IKEA Distribution Services, the sole distributor for the homeware and furniture retailer in the UK, is benefiting from speedier and more accurate fulfilment that has raised levels of customer service with electronic track and trace systems.
The distribution operation installed a radio frequency (RF) based track and trace system to effectively manage its growing number of customer deliveries since the launch of its internet shopping service, through the process of goods receipt, put-away, picking and dispatch.
And, since recently adding electronic proof-of-delivery (ePOD) system integration beyond the warehouse, its bespoke development has provided increased visibility of IKEA's stock in real time, from the moment it leaves its Central Distribution Centre in Peterborough to when it arrives at the customer's house.
Don Marshall, deputy customer distribution manager for the South West Europe region at IKEA Distribution Services told IT PRO the improvements have been made possible by the integration of an advanced data capture system from warehouse IT specialist, Zetes with its RF warehouse system and IKEA's existing home delivery management system, Axida HDi.
"We've doubled the volume of deliveries we have made in the last five months and are looking to double that again within the next year," he said. "This wouldn't have been possible without the visibility and real-time automation the Axida and Zetes system has given us."
At the start of a shift, mobile computers retrieve route data from the HDi system, presenting the delivery driver with a list of visits and relevant information. As the driver delivers the relevant items, the customer's signature is captured and GPRS is used to relay updates to the main system. The ePOD system provides customers with a printed receipt of the goods received and transfers a copy to HDi.
In-truck printers also enable drivers to label damaged and returned goods with a warehouse barcode as they go into the truck. Once transferred to the main system, this allows stock to be processed more quickly and efficiently when it is returned to the warehouse. Currently, 60 delivery trucks are installed with the track and trace and ePOD technology but IKEA anticipates further roll out in line with their e-commerce expansion. IKEA is also considering the technology in other operational countries.
Marshall added that Zetes' ePOD has been customised to replace a paper-based, third-party system. "We used to have to rely on the figures given to us by the third-party home delivery fulfilment companies before implementing the Axida system. They said the rate of fulfilment was around 96 per cent, which is a good reflection of the industry average," he said."When we moved over to the Axida/Zetes and then the ePOD system, fulfilment rates fell to around 94 per cent because we had visibility. We've now got that back up to 96 per cent and are hoping to improve further. Our stock data has never been more accurate and we are making significant cost savings from ordering less replacement stock."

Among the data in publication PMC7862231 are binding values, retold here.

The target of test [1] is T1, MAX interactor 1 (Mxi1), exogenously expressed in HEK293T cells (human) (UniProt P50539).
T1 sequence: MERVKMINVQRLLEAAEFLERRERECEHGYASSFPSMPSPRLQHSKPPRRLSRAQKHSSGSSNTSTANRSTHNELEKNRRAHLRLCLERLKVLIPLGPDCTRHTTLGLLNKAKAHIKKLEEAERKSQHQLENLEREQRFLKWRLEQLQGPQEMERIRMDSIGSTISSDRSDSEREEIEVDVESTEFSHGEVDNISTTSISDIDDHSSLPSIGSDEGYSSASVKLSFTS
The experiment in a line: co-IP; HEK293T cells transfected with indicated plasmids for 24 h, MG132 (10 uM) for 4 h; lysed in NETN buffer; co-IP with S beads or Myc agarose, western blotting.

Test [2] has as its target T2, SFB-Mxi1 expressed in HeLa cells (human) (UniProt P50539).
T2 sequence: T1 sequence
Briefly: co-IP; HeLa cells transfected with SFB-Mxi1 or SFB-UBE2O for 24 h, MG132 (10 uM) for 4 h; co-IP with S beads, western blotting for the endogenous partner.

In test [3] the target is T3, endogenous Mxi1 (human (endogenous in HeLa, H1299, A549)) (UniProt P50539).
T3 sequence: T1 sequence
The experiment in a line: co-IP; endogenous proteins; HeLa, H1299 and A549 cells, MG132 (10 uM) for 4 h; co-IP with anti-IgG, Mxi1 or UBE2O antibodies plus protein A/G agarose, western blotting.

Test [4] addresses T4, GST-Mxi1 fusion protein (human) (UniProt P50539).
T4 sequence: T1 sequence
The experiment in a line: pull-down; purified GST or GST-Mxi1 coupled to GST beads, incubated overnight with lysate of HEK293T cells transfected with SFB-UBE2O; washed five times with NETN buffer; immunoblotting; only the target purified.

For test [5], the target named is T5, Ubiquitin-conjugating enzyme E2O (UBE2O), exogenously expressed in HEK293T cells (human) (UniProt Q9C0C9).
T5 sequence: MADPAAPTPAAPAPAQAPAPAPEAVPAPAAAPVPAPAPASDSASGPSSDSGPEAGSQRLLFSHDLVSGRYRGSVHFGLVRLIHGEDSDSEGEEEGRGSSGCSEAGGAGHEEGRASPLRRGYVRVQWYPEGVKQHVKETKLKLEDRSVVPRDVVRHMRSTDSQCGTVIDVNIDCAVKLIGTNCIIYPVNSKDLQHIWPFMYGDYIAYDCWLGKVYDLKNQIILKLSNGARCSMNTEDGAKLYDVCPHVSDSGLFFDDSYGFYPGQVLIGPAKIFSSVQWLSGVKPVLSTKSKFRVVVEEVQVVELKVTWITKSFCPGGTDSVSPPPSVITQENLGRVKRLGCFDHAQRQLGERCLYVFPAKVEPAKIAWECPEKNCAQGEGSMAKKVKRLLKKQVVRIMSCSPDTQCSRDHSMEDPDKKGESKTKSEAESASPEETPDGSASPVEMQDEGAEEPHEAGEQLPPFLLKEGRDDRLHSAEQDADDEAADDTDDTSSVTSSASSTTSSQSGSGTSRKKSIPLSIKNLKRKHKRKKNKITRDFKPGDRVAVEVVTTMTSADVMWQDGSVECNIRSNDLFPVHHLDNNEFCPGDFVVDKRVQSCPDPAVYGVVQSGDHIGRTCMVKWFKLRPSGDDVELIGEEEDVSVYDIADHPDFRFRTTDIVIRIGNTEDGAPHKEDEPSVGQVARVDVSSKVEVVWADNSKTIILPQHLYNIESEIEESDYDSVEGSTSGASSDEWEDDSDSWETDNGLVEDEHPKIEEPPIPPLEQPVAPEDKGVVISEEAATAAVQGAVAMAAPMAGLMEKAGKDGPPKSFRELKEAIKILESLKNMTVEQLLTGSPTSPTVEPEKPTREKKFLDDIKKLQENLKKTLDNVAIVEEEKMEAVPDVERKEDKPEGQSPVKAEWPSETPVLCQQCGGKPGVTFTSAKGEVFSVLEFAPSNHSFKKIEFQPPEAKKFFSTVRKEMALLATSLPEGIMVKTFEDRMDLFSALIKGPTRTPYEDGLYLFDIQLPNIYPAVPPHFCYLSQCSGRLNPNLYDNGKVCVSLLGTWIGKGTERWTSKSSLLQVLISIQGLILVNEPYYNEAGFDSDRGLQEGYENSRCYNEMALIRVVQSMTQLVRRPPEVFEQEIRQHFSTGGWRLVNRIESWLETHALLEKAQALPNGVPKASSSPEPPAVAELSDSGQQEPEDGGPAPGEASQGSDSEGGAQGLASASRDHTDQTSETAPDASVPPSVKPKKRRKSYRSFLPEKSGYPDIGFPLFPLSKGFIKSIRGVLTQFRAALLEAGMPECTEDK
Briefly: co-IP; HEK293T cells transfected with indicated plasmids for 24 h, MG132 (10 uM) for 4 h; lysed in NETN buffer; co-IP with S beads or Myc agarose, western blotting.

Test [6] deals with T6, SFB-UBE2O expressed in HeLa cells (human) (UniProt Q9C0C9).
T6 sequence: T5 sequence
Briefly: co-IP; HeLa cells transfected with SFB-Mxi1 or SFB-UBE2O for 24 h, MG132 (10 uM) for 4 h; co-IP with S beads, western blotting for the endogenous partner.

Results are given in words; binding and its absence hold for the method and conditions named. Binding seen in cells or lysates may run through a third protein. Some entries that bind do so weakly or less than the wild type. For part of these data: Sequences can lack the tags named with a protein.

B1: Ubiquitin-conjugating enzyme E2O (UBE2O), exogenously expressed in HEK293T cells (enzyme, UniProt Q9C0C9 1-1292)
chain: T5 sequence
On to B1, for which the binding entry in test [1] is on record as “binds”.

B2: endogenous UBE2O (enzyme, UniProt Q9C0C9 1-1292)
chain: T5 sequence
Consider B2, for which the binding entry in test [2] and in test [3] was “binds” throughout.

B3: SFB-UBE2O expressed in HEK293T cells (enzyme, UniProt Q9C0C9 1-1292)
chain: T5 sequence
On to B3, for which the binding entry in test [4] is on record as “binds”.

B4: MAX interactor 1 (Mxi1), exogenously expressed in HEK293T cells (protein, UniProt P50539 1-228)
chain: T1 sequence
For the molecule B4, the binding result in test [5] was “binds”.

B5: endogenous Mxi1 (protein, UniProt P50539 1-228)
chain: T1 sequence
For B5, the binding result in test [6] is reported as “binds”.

IKEA is also reporting higher levels of customer satisfaction as a result of being able to deal with non-delivered or damaged goods more quickly and efficiently. Marshall said IKEA's customer service team can now contact customers within minutes of receiving their delivery to deal with any missing or damaged items or to let them know of any delay.
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A 25-year veteran enterprise technology expert, Miya Knights applies her deep understanding of technology gained through her journalism career to both her role as a consultant and as director at Retail Technology Magazine, which she helped shape over the past 17 years. Miya was educated at Oxford University, earning a master’s degree in English.
Her role as a journalist has seen her write for many of the leading technology publishers in the UK such as ITPro, TechWeekEurope, CIO UK, Computer Weekly, and also a number of national newspapers including The Times, Independent, and Financial Times.